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Hutton and Werner Compared: George Greenough's Geological Tour of Scotland in 1805

  • M. J. S. Rudwick (a1)

George Greenough (1778–1856) was one of the influential group of early nineteenth-century English geologists who rejected both Hutton's and Werner's attempts to propound all-embracing geological theories, and followed a deliberately empirical approach. He travelled through Scotland in 1805, studying geological phenomena in the light of both the Plutonist and the Neptunist theories, and generally concluded that neither was entirely satisfactory as an explanation of the observable facts. He was also the first to suggest that the ‘Parallel Roads’ of Glen Roy were the successive beach-levels of a former lake: this theory was later attacked by Darwin but ultimately vindicated by Agassiz's glacial theory. The more important geological passages from Greenough's MS. journal of the tour are reproduced and discussed in this paper. They illustrate some of the scientific problems that were involved in accepting either Hutton's or Werner's theory entire.

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1 I am greatly indebted to the present owner of the Greenough Papers for giving me the opportunity to study them.

2 He never studied under Werner or even visited Freiburg, contrary to the statement in the Geological Society's obituary of him (Proc. Geol. Soc., 1856, xii, p. xxvii).

3 Trans. Geol. Soc., 1817, 1st series, iv, 314392.

4 Many years later, Charles Lyell wrote to Greenough, (28 11 1834): ‘I know by experience that you only allow your original observations to steal into the world some 10 or 20 years after they are made thro' other authors' works.’ On another occasion, Lyell noted MacCulloch's ‘disposition to neglect or speak slightingly of the labours of others’ (Proc. Geol. Soc., 1836, ii, 359).

5 ‘Observations on the Parallel Roads of Glen Roy’, Phil. Trans. Roy. Soc., 1839, 3981.

6 ‘The Glacial Theory and its Recent Progress’, Edin. New. Philos. J., 1842, xxxiii, 217282.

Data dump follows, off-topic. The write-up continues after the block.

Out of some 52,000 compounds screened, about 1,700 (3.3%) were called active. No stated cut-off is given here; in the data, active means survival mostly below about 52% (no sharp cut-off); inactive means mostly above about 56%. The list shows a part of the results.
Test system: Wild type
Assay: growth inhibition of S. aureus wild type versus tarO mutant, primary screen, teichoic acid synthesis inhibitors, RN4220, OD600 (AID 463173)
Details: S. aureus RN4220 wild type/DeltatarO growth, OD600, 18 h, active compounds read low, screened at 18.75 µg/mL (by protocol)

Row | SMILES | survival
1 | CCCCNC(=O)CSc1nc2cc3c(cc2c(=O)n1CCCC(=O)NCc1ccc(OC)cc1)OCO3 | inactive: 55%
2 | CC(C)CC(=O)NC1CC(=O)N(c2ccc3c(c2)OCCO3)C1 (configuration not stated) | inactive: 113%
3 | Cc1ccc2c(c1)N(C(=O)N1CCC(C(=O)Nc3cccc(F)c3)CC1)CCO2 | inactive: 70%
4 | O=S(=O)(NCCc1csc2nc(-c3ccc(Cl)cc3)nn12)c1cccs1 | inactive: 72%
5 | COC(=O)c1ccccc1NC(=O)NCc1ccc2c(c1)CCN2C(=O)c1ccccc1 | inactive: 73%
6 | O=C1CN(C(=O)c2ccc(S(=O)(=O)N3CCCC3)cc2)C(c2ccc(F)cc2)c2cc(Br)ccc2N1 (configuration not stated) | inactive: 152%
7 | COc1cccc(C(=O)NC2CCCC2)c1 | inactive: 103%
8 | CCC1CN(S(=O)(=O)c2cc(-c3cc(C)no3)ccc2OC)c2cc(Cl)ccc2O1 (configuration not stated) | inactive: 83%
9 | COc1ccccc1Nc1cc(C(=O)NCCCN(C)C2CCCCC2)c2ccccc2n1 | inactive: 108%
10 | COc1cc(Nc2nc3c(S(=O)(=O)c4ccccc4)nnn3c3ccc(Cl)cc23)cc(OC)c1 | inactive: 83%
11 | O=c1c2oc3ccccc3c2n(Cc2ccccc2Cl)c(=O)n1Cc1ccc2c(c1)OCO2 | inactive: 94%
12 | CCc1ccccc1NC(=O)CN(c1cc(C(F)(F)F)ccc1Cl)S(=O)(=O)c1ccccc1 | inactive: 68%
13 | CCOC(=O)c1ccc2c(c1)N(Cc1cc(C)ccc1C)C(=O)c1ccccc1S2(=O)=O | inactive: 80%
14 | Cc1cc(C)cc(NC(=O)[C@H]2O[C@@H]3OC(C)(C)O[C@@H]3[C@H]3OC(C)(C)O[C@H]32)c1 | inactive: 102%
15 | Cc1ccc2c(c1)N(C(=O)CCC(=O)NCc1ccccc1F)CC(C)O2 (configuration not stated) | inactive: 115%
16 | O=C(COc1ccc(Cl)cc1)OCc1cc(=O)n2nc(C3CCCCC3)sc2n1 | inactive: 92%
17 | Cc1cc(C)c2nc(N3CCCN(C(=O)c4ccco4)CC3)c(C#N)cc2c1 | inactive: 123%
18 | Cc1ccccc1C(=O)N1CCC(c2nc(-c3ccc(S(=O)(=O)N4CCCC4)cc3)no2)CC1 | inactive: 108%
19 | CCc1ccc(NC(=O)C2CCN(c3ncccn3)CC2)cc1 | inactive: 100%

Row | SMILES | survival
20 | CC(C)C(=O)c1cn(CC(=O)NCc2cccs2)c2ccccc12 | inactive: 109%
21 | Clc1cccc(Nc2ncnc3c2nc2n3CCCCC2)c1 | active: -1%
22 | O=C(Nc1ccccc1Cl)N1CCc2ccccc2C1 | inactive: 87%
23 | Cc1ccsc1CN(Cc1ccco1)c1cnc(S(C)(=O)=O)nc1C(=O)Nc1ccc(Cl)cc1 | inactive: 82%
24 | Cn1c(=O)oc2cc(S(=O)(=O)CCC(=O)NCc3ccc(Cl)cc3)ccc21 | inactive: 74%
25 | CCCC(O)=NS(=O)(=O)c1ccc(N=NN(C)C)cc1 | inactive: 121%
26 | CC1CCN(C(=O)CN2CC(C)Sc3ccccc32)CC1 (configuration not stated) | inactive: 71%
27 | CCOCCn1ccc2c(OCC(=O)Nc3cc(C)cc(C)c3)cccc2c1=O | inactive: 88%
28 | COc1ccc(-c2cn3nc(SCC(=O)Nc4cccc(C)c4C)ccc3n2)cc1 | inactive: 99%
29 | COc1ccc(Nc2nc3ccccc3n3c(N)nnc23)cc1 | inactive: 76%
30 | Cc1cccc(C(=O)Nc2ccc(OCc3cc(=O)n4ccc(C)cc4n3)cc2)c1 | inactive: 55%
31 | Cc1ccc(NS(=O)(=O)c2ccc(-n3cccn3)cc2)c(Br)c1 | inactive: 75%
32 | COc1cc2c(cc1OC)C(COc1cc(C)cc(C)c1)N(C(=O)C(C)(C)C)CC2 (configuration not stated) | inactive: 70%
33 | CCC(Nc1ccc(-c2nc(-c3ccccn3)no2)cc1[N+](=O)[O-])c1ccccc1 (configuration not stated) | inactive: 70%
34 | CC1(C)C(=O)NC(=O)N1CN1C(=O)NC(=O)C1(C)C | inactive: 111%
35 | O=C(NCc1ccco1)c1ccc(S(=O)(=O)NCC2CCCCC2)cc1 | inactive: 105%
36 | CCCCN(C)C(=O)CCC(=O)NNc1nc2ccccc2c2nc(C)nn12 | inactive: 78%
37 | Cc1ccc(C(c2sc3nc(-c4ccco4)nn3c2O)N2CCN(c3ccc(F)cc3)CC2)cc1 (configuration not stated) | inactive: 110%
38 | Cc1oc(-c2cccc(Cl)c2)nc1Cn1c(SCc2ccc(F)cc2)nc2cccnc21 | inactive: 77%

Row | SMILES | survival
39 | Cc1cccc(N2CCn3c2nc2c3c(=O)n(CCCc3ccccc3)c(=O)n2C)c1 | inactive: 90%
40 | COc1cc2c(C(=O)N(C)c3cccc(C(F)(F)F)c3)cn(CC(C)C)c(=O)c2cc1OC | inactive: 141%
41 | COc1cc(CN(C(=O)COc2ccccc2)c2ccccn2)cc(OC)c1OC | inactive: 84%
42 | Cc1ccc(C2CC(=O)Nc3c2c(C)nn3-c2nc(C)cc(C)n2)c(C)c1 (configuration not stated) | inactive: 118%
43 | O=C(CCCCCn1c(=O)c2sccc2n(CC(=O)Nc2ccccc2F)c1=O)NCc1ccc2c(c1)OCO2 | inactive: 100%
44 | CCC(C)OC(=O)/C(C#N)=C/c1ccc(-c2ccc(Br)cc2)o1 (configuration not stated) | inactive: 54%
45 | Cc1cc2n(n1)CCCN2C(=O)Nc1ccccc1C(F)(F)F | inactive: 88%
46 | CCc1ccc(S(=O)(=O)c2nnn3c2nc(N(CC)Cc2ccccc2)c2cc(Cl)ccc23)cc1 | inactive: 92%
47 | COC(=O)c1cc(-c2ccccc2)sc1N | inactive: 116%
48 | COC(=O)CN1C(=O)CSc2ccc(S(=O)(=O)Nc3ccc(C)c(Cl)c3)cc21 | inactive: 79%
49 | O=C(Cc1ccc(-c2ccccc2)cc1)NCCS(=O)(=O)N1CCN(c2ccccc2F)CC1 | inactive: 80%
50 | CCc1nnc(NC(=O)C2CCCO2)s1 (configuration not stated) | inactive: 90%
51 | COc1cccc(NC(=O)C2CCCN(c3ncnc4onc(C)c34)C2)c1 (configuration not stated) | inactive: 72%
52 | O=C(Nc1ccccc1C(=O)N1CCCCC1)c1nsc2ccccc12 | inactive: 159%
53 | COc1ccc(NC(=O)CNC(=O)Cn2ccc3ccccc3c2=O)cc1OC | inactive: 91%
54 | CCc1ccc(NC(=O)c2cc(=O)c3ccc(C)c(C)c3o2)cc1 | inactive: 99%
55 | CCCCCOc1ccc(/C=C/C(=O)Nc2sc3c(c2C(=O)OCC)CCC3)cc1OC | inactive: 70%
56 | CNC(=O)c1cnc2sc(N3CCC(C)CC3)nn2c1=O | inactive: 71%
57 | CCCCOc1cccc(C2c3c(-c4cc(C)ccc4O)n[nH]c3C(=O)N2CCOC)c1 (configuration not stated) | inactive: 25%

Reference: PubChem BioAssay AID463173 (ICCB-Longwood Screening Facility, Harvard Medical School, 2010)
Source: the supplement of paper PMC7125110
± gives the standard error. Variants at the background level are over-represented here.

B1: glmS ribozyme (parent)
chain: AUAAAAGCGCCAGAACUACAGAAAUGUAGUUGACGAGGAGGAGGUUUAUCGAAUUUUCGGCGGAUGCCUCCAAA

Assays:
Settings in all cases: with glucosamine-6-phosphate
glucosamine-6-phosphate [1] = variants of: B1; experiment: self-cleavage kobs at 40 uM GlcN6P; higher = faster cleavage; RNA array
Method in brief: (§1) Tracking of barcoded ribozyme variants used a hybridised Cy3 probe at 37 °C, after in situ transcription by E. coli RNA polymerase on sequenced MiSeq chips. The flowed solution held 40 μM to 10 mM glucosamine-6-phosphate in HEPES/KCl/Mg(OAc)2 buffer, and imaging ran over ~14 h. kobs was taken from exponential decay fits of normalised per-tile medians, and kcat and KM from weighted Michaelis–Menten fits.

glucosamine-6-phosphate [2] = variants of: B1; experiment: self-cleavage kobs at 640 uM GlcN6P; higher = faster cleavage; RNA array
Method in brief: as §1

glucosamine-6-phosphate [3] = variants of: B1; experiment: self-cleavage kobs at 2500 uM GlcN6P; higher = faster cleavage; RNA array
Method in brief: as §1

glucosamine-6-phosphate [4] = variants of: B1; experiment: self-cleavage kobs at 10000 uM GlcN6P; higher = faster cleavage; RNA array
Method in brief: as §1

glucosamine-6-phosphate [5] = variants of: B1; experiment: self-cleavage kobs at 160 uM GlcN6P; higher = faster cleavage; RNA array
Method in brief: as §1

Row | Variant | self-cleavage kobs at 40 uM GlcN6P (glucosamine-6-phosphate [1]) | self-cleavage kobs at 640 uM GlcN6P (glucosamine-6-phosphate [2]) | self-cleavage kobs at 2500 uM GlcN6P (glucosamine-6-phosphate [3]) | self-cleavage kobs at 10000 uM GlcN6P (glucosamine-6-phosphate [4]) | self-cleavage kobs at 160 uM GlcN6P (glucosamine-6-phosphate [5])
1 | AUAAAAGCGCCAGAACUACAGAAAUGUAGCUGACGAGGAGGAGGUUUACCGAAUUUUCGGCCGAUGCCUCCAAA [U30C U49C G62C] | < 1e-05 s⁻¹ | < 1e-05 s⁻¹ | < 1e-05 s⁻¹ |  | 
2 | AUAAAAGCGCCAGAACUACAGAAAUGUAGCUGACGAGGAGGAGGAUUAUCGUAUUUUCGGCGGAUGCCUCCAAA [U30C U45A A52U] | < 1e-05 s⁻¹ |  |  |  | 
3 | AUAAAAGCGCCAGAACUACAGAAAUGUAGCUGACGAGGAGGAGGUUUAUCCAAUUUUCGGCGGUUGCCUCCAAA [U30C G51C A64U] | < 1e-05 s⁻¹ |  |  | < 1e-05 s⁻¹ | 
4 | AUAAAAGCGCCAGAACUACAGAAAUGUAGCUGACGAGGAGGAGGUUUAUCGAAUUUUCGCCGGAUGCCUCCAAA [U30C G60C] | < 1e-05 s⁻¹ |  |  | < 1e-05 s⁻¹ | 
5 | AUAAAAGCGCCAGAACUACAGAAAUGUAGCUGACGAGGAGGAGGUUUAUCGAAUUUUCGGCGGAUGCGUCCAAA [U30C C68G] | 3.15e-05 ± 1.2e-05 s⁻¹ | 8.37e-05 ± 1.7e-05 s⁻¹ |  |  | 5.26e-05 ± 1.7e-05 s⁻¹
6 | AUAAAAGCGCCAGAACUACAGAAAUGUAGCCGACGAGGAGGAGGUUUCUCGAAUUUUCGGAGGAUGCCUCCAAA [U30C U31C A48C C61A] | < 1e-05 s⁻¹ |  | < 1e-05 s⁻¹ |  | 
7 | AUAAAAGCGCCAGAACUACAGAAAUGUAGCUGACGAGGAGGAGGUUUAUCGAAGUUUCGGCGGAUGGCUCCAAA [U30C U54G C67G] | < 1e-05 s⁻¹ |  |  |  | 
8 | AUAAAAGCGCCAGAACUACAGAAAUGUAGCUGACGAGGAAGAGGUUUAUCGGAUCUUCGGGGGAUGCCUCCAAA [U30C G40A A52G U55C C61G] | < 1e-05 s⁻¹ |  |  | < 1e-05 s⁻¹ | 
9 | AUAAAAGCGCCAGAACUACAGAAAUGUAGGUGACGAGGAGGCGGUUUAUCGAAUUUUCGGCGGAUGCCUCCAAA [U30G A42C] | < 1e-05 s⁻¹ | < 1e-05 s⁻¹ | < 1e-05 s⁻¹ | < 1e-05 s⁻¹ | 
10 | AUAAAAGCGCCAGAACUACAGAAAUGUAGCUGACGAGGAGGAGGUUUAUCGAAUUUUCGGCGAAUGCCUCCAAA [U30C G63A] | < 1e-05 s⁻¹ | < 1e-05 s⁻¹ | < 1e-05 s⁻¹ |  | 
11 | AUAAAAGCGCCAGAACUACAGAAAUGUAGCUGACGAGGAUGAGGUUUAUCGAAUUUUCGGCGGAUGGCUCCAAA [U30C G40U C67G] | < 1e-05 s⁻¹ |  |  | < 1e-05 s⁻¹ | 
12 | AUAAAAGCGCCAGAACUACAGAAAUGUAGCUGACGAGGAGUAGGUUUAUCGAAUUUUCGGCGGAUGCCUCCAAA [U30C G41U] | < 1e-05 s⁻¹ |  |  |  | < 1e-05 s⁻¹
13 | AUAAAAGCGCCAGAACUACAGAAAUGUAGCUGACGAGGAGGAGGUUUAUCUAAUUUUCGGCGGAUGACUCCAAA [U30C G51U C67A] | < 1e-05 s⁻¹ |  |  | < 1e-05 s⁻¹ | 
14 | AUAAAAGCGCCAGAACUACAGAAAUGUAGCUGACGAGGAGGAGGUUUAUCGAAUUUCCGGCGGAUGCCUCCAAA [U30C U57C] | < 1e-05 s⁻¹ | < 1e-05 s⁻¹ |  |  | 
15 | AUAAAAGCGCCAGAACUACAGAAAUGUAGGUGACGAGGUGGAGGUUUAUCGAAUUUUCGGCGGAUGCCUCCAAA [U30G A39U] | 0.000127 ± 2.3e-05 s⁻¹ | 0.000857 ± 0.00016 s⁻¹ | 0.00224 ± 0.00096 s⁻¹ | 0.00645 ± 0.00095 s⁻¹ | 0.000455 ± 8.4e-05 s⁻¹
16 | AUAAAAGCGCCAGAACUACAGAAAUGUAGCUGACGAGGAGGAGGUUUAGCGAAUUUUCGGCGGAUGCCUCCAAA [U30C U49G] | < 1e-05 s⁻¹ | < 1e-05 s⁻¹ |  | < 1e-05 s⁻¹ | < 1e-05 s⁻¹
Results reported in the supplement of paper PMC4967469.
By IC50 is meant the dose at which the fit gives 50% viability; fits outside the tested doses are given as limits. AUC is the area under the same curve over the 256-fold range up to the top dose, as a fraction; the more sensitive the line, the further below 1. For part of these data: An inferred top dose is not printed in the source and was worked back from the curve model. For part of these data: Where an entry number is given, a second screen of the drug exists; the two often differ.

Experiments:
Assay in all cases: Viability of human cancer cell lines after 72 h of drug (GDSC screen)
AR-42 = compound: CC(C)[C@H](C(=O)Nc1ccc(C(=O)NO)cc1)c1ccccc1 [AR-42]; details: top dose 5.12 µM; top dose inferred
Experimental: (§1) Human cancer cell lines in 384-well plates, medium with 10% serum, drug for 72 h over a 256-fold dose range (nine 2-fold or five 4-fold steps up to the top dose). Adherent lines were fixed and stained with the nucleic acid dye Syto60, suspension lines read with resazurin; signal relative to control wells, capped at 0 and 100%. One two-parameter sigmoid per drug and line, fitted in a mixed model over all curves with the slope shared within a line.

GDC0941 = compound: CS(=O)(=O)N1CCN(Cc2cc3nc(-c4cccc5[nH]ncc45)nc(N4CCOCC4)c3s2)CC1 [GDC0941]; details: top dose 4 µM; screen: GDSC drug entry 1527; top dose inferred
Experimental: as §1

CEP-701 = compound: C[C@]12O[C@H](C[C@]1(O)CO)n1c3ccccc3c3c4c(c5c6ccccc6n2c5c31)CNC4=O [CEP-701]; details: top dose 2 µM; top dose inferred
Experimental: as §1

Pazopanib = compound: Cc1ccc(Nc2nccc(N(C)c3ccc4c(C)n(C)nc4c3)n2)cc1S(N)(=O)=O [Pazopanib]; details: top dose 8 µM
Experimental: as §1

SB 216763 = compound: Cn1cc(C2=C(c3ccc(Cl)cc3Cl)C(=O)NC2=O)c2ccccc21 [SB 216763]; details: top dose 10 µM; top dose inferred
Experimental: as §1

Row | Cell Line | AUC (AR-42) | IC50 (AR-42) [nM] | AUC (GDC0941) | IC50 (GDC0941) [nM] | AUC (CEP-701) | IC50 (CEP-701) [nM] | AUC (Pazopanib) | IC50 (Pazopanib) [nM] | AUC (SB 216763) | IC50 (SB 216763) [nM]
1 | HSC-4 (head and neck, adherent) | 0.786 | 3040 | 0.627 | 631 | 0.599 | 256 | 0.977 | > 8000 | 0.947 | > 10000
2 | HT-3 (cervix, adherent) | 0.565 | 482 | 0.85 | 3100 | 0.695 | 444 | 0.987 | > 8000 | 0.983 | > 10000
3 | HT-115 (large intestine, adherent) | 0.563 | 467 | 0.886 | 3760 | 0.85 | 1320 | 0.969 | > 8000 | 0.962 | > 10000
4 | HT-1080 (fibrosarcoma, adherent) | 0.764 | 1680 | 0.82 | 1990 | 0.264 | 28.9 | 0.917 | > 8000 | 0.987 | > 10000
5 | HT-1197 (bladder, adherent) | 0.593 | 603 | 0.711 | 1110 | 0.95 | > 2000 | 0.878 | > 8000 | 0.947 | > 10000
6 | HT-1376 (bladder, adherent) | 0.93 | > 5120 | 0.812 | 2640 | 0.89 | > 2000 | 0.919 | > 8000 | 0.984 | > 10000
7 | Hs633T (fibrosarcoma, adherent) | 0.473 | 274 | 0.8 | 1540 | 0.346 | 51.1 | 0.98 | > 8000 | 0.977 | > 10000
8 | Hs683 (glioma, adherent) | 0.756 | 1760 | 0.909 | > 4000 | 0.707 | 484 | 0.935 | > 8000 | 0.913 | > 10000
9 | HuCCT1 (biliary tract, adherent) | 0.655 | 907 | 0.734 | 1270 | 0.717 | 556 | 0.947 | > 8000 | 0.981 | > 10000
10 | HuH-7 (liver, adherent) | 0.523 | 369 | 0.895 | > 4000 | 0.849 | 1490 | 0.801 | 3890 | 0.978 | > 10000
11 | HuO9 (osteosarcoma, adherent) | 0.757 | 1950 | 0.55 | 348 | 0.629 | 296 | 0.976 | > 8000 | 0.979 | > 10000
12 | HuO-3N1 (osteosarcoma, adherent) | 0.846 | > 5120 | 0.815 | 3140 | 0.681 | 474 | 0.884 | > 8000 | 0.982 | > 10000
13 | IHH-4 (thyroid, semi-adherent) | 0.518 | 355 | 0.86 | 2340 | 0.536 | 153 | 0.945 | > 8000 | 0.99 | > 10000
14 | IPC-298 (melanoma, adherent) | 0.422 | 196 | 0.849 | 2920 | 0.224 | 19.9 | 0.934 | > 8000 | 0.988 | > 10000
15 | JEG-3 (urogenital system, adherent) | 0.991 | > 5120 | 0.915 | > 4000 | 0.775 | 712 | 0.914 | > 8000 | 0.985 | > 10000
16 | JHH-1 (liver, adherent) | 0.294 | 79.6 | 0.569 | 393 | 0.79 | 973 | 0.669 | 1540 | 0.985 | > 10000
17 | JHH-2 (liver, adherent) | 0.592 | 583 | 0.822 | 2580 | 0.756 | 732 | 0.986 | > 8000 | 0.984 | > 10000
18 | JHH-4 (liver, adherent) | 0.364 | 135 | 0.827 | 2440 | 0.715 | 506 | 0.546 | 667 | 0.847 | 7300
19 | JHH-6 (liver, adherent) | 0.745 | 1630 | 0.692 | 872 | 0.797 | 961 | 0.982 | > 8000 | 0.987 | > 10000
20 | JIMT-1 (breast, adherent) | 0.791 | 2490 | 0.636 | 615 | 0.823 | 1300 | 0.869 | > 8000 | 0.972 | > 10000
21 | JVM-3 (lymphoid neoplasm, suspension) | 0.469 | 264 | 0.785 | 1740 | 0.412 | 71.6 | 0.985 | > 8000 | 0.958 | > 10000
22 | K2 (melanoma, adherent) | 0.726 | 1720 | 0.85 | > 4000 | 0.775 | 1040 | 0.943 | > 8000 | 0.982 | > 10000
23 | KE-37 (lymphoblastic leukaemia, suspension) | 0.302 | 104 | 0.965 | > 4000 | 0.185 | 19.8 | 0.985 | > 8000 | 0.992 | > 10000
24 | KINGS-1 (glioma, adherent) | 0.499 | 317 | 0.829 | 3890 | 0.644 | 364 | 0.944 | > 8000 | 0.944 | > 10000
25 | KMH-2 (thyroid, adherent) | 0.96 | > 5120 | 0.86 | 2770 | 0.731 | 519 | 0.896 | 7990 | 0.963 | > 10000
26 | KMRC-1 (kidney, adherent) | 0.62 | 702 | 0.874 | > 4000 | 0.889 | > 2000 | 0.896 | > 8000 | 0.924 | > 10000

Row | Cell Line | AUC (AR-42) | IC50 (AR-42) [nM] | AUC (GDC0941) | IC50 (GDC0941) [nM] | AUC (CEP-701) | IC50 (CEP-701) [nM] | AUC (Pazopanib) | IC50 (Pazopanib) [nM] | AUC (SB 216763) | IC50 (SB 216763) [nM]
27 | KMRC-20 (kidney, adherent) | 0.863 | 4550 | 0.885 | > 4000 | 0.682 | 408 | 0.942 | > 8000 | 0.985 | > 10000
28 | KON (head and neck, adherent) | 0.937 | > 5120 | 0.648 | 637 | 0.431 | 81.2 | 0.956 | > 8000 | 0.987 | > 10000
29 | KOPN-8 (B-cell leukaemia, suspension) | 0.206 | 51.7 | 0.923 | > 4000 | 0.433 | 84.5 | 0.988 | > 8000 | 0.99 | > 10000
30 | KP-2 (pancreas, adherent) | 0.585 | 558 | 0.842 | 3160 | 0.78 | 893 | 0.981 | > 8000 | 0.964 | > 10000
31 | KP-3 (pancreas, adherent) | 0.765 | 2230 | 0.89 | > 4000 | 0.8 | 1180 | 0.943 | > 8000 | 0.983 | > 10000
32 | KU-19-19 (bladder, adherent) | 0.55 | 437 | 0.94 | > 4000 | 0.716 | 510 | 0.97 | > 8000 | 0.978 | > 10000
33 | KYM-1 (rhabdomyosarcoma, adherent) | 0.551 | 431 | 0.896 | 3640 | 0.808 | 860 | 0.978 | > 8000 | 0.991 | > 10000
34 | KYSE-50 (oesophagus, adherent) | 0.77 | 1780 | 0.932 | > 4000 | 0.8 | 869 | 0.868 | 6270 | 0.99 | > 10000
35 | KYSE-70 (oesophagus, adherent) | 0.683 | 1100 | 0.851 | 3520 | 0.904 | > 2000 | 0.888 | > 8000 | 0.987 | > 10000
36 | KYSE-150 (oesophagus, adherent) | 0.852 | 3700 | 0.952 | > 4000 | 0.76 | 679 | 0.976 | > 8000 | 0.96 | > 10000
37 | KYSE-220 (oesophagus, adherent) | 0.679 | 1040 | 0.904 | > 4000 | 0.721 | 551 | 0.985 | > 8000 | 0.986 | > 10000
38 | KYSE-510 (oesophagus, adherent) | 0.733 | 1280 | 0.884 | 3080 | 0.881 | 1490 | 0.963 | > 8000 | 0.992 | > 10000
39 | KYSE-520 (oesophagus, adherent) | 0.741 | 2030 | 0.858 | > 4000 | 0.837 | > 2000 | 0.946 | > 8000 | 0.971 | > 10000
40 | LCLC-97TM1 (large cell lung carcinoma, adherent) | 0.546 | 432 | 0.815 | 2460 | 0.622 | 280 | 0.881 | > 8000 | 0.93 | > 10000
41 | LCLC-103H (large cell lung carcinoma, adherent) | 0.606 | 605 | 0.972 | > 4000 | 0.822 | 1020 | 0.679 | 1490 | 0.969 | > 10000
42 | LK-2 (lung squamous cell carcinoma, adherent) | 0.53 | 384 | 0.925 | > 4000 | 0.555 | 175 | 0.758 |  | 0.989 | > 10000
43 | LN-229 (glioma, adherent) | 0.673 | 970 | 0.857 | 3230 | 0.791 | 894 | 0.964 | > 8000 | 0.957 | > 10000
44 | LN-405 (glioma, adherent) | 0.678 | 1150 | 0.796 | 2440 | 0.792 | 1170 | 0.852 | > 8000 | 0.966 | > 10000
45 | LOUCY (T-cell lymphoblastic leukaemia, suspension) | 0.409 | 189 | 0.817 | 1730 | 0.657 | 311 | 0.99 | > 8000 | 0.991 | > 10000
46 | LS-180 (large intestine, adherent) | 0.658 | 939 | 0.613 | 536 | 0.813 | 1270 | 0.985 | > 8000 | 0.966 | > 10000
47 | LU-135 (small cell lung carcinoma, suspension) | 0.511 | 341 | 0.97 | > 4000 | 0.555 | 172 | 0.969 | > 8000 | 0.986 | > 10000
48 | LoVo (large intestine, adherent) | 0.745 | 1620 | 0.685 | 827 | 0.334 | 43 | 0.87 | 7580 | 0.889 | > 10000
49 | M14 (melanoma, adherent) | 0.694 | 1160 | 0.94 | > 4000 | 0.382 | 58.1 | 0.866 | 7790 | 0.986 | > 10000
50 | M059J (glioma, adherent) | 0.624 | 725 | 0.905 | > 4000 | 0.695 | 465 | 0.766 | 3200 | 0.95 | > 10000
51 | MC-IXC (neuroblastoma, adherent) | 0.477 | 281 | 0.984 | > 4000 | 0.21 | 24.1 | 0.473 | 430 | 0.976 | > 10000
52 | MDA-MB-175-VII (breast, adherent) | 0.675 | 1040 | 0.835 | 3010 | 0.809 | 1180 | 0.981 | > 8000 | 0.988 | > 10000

7 Cf. John, Playfair, Illustrations of the Hultonian Theory, Edinburgh, 1802, §293.

8 Cf. John, Whitehurst, An Inquiry into the Original State and Formation of the Earth …, 2nd ed., London, 1786: chapter XVI, ‘Of the Strata in Derbyshire and other Parts of England’.

9 Sills and lava-flows of olivine dolerite.

10 Werner's claim to have found such a transition was a cornerstone of Neptunist theory. His interpretation of the Schiebenberg was reprinted by Jameson, in A mineralogical Description of the County of Dumfries, Edinburgh, 1805, pp. 180185.

11 Cf. Playfair, op. cit., §190. Horizontal Upper Old Red Sandstone rests on vertical Silurian slates and greywackes.

12 Probably a slip of the pen: Hall's views are, of course, Plutonist.

13 His ‘Account of a Series of Experiments, shewing the Effects of Compression in modifying the Action of Heat’ had been read a month previously (3 June 1805), but was not published in full until 1812 (Trans. Roy. Soc. Edin., vi, 71185).

14 Cf. Playfair, op. cit., §63.

15 Cf. Playfair, op. cit., §§67, 243, 255, 259, 262.

16 Hope, Thomas (17661844), Professor of Chemistry at Edinburgh, 17951843.

17 Cf. Playfair, op. cit., §§184–185.

18 Cf. Playfair, op. cit., §65.

19 Part of the Tertiary Ardnamurchan igneous complex.

20 Part of the Tertiary Hebridean dyke-swarm.

21 Lower Liassic Pabba Shales.

22 Cf. Playfair, op. cit., §69.

23 Cf. Jameson, R., 1800, Scottish Isles, ii, 5253.

24 Hailstone, John (17591847), Woodwardian Professor of Geology at Cambridge, 17881818.

25 Cf. Jameson, , op. cit., ii, 44–6.

26 Cf. Jameson, , op. cit., i, 213220.

27 A small appended sketch shows one dyke tapering out as another expands en echelon.

28 Playfair, op. cit., §20.

29 Middle Old Red Sandstone.

30 Cf. Playfair, op. cit., §§82, 277; Jameson, , op. cit., ii, 164169.

31 Cf. Playfair, op. cit., §§68, 266; Jameson, op. cit., i, 75.

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The British Journal for the History of Science
  • ISSN: 0007-0874
  • EISSN: 1474-001X
  • URL: /core/journals/british-journal-for-the-history-of-science
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